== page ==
Richard Sharp says he will not stand down as chairman of the BBC over the Boris Johnson loan row.
He told the BBC he was confident he would be cleared by a government watchdog probe into his appointment.
Mr Sharp is under scrutiny over his links to the former prime minister and his role in talks over an £800,000 loan.
He said he was confident he was “appointed on merit” and welcomed a review.
Speaking to the BBC, he said he “absolutely” feels comfortable about being the face of BBC impartiality, a fundamental part of how the organisation is expected to operate, despite questions which have emerged this week.
He rejected suggestions he should stand down pending the findings of an investigation by William Shawcross, the Commissioner for Public Appointments.
Mr Sharp said he welcomed that scrutiny and had taken steps to ensure “due process was followed by the book”.
He said he did that by contacting the Cabinet Secretary Simon Case to discuss an offer of financial assistance being made for the then PM.
That came from Sam Blyth, a multimillionaire who Mr Sharp described as an “old friend” and who is also a distant cousin of Mr Johnson.
Mr Blyth had offered to be the guarantor on a loan for Mr Johnson after reading press reports that he was under financial pressure.
Mr Sharp was involved in discussions in December 2020, a few weeks before being announced as the government’s choice for the senior BBC role.
He maintained that Mr Johnson’s personal finances were not discussed when he met with him and Mr Blyth in May 2021, four months after he had been confirmed as the government’s choice for the BBC role.
Asked how that meeting came about, he said Mr Blyth had called him to say he was “having dinner with [Mr Johnson]” at Chequers.
“I said, ‘yeah great’, I’d never been to Chequers. I drove down… and I used that opportunity to bat for the BBC”, Mr Sharp said.
He said the loan arrangement did not come up and insisted that he doesn’t “know anything” about Mr Johnson’s personal finances.
Mr Sharp said he made the cabinet secretary aware of his application to be chairman when he told him about Mr Blyth’s financial offer in late 2020.
He agreed with Mr Case that he should play no further part in any loan guarantee talks. He said this was the last involvement he had in the matter.
Mr Johnson was also advised by the Cabinet Office not to further discuss finances with Mr Sharp.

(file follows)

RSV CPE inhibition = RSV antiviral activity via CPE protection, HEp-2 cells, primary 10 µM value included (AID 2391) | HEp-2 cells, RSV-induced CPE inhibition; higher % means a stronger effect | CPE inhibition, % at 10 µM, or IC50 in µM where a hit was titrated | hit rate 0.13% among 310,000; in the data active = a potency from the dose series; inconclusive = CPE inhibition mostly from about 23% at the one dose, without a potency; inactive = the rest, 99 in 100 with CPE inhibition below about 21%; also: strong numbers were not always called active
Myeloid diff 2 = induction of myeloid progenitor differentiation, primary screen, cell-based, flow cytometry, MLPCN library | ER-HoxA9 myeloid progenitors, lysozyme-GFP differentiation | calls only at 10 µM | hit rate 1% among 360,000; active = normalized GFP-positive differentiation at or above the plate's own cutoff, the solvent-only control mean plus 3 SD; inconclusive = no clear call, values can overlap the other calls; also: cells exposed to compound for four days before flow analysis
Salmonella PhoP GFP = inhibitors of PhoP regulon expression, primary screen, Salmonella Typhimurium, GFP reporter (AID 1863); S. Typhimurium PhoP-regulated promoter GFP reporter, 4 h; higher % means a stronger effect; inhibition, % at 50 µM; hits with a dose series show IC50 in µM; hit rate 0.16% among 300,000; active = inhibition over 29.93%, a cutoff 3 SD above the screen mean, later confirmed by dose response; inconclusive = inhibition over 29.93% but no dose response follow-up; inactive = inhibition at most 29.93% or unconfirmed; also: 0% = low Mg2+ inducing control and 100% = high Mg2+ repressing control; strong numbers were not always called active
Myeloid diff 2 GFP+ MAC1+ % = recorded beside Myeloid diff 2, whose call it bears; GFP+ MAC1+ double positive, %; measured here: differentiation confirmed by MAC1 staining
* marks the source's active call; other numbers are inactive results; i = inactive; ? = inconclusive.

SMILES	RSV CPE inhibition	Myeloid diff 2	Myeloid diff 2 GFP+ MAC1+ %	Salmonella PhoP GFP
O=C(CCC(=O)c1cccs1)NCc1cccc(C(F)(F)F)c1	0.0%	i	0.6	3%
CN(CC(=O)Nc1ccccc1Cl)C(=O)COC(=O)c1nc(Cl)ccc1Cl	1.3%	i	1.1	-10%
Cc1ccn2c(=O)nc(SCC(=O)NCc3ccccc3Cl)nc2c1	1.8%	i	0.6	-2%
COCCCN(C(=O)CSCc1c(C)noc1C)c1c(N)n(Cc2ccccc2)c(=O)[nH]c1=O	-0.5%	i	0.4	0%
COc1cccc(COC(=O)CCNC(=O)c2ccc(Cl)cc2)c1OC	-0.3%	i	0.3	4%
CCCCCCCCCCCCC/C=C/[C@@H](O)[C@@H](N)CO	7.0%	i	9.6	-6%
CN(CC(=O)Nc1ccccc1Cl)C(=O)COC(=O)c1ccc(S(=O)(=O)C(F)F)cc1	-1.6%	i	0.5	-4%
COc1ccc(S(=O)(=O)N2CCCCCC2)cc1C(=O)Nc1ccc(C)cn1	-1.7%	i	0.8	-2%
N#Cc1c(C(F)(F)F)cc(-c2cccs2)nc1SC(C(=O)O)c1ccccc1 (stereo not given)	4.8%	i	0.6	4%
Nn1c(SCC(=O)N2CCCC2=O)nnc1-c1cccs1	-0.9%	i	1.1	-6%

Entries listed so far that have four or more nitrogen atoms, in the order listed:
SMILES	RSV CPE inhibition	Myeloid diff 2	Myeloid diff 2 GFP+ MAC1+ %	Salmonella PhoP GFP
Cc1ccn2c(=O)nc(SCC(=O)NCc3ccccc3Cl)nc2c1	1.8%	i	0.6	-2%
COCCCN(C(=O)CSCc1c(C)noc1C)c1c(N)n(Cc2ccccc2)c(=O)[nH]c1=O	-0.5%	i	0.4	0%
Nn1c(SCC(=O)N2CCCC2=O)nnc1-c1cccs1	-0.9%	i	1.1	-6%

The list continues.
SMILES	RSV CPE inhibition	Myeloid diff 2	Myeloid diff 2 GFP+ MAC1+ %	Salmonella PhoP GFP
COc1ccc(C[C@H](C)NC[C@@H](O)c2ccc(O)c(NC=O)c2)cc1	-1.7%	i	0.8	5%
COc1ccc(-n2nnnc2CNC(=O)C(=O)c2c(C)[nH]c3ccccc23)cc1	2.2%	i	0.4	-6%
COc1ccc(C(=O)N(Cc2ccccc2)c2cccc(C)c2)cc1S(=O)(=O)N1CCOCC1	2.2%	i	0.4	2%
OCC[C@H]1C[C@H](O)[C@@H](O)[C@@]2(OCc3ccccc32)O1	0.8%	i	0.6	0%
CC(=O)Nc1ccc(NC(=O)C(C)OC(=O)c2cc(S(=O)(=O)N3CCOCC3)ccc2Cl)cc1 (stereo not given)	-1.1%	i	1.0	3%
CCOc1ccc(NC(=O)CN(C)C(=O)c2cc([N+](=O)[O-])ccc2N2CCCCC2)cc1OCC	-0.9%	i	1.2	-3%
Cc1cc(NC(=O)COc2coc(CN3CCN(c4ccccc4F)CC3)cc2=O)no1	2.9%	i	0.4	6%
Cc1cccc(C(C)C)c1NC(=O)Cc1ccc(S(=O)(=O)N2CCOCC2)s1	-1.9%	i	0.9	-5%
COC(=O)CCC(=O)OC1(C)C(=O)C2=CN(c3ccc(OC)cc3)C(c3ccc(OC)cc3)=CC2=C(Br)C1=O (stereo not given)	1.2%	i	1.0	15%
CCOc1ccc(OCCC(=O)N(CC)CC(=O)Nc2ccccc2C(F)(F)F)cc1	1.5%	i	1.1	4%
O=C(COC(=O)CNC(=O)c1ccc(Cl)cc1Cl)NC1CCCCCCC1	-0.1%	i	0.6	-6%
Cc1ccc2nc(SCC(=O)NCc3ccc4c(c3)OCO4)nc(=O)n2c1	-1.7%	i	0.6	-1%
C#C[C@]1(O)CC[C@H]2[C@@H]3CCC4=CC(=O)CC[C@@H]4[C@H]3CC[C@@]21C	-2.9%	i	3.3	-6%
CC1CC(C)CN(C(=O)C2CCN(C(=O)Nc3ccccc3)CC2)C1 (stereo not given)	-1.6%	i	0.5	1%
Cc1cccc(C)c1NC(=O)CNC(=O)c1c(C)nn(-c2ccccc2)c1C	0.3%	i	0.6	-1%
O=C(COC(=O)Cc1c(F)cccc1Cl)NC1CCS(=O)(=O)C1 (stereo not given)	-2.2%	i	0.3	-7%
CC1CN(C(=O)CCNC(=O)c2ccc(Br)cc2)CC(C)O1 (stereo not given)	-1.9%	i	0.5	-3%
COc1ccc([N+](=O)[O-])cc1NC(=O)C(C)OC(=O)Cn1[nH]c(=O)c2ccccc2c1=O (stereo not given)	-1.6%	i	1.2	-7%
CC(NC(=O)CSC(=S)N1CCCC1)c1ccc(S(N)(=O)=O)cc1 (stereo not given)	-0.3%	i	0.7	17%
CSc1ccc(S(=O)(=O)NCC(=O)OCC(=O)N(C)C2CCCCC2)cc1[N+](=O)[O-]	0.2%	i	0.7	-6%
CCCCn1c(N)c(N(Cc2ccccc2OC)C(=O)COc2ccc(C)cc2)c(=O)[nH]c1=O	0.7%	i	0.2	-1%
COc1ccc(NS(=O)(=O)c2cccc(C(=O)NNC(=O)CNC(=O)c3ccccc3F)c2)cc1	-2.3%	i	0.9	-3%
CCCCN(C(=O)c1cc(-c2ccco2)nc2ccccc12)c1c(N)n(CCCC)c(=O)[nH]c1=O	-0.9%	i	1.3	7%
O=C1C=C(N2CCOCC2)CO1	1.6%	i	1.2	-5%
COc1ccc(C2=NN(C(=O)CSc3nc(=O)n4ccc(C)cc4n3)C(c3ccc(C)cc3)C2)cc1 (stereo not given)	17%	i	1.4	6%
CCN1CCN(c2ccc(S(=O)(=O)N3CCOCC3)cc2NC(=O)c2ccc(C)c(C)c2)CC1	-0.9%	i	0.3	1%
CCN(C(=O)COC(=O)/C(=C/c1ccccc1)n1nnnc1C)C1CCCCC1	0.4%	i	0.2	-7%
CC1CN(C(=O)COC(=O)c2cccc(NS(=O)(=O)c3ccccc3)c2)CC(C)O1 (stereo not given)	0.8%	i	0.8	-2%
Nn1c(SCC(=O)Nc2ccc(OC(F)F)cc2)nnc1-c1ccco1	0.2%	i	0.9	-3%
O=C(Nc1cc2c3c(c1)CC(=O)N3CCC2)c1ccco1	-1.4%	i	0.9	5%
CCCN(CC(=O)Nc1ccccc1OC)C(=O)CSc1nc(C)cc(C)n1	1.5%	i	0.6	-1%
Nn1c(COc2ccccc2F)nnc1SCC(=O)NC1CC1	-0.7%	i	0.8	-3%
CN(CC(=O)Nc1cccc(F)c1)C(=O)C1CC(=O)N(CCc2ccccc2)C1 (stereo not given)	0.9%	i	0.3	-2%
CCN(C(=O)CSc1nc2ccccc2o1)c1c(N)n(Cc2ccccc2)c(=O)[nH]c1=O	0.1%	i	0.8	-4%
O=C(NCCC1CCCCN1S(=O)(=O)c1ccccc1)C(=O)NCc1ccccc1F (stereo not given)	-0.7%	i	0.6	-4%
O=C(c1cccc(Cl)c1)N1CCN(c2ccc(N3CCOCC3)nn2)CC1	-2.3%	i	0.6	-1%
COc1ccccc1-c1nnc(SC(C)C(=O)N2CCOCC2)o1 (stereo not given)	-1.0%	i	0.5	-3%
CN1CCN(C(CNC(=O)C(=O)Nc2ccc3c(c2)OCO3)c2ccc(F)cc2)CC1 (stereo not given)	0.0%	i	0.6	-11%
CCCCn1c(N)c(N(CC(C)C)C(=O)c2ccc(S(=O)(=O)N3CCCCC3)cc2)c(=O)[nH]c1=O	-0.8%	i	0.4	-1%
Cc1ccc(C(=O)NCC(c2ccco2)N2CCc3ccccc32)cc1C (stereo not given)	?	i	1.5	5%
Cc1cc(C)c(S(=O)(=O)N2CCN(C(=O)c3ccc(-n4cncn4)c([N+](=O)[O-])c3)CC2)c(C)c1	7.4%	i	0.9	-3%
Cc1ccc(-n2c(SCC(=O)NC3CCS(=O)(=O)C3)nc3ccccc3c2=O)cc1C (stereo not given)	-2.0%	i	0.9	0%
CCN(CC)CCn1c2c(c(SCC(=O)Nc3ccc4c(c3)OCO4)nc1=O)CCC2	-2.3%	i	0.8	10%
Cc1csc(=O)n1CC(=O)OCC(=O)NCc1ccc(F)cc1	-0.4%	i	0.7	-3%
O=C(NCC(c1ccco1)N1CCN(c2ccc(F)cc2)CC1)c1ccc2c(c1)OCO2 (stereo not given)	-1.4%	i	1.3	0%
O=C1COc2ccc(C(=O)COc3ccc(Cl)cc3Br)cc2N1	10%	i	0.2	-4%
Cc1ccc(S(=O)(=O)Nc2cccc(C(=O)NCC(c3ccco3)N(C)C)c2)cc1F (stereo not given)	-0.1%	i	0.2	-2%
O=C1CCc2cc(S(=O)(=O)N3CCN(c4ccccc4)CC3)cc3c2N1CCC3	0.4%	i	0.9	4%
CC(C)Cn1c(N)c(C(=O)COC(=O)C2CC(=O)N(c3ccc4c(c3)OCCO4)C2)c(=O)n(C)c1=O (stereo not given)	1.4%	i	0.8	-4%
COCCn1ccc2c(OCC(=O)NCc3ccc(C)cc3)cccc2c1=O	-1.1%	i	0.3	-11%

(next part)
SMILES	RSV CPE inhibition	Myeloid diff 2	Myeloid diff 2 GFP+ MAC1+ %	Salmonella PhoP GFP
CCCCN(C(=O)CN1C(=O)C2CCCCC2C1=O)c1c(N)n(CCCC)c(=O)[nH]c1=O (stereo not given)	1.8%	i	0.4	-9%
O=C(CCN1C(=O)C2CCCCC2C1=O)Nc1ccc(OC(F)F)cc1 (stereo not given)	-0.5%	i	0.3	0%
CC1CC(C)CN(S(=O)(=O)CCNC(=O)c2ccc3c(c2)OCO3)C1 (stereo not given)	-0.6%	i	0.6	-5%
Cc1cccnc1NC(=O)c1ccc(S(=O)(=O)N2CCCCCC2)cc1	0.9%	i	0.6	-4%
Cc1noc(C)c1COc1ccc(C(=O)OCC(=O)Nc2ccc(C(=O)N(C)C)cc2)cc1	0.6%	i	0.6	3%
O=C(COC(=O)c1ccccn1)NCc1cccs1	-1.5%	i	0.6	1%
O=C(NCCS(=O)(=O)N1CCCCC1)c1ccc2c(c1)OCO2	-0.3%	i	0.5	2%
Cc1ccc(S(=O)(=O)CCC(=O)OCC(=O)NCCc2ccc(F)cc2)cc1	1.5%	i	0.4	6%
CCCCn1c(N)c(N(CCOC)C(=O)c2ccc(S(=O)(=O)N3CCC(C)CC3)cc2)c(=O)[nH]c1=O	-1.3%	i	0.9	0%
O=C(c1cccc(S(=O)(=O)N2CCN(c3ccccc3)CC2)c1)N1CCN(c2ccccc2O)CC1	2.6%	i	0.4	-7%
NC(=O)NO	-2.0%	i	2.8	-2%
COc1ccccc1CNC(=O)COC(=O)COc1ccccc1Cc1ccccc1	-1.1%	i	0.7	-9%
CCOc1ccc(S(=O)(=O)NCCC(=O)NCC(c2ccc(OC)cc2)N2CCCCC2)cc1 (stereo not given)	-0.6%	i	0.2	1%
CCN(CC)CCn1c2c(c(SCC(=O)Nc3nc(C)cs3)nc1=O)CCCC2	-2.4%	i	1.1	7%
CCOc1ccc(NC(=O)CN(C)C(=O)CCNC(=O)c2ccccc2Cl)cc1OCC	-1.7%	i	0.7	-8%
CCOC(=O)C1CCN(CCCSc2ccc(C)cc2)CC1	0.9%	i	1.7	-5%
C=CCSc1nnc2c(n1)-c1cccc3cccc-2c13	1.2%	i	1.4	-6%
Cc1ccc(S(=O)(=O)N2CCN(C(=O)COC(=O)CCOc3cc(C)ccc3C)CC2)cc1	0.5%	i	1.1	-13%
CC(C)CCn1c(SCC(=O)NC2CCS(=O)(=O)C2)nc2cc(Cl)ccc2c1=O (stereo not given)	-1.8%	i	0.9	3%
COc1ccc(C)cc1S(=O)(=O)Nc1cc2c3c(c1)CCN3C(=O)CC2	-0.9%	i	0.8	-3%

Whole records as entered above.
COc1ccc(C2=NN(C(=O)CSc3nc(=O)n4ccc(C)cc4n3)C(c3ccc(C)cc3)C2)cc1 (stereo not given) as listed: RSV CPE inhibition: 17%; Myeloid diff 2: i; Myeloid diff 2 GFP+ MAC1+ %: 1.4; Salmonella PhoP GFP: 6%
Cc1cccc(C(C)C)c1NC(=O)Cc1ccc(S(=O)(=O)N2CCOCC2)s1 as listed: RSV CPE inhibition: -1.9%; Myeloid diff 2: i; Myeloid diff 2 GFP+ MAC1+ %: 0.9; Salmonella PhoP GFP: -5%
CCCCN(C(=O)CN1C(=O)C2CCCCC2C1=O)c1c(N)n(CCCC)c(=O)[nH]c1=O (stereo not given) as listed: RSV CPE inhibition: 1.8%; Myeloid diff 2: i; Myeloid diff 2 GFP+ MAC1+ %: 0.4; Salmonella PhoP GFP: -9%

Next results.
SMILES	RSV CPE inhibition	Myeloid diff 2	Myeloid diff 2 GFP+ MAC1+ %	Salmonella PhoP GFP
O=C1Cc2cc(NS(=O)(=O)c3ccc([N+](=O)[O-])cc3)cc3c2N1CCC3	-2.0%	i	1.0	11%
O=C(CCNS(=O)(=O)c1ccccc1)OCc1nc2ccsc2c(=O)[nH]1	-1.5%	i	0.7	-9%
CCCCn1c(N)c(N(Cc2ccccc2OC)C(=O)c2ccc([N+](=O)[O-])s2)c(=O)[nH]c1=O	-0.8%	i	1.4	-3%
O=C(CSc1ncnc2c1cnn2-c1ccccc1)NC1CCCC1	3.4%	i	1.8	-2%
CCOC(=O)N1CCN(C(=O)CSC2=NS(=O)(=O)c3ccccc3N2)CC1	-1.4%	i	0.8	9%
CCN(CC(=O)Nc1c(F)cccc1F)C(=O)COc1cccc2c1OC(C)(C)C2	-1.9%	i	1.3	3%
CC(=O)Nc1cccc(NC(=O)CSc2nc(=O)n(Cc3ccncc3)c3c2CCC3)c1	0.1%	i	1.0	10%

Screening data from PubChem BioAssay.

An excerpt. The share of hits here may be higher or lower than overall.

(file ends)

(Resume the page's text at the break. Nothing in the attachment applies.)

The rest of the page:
Asked why he agreed to approach the cabinet secretary on behalf of Mr Blyth, Mr Sharp said he had access while working as an economic adviser during the pandemic.
He added: “With the benefit of hindsight, particularly at that time, I might have said ‘do it yourself’ but I was working in Downing Street at the time…”.
He said he arranged an appointment with Mr Case and notified Mr Johnson “as a courtesy and explained why” he was meeting the cabinet secretary, to which the then PM “acquiesced”.
In a statement to The Sunday Times, a spokesman for Mr Johnson said they had known each other “for almost 20 years”. He acted as an advisor to Mr Johnson during his time as London mayor.
Mr Sharp was also reportedly close to Rishi Sunak when the pair worked together at Goldman Sachs prior to his election to Parliament.
He was brought into the Treasury to advise on support for businesses during the pandemic while Mr Sunak was Chancellor.
The appointment of the BBC chairman is a political decision ultimately signed off by the prime minister with input from the culture secretary and a panel.
The chairman is responsible for “upholding and protecting the independence of the BBC” and ensuring it is fulfilling its core responsibilities.
It is separate from the role of director general, who acts as its editor-in-chief with responsibility for its output and workforce.
Professor Diane Coyle, who served as acting chair of the BBC Trust in 2014, said she applied for the role of chair at the same time as Mr Sharp but was not shortlisted and received “no explanation”.
She told BBC Radio 4’s Today programme that Mr Sharp had shown “poor judgement” by getting involved in the loan talks and that it would damage the ability of BBC journalists to do their jobs, particuarly those working overseas.
On Monday Downing Street rejected allegations of “cronyism” and Mr Sunak described the appointment process as “rigorous” and “transparent”.
Labour leader Sir Keir Starmer said there were “clearly serious questions to answer”.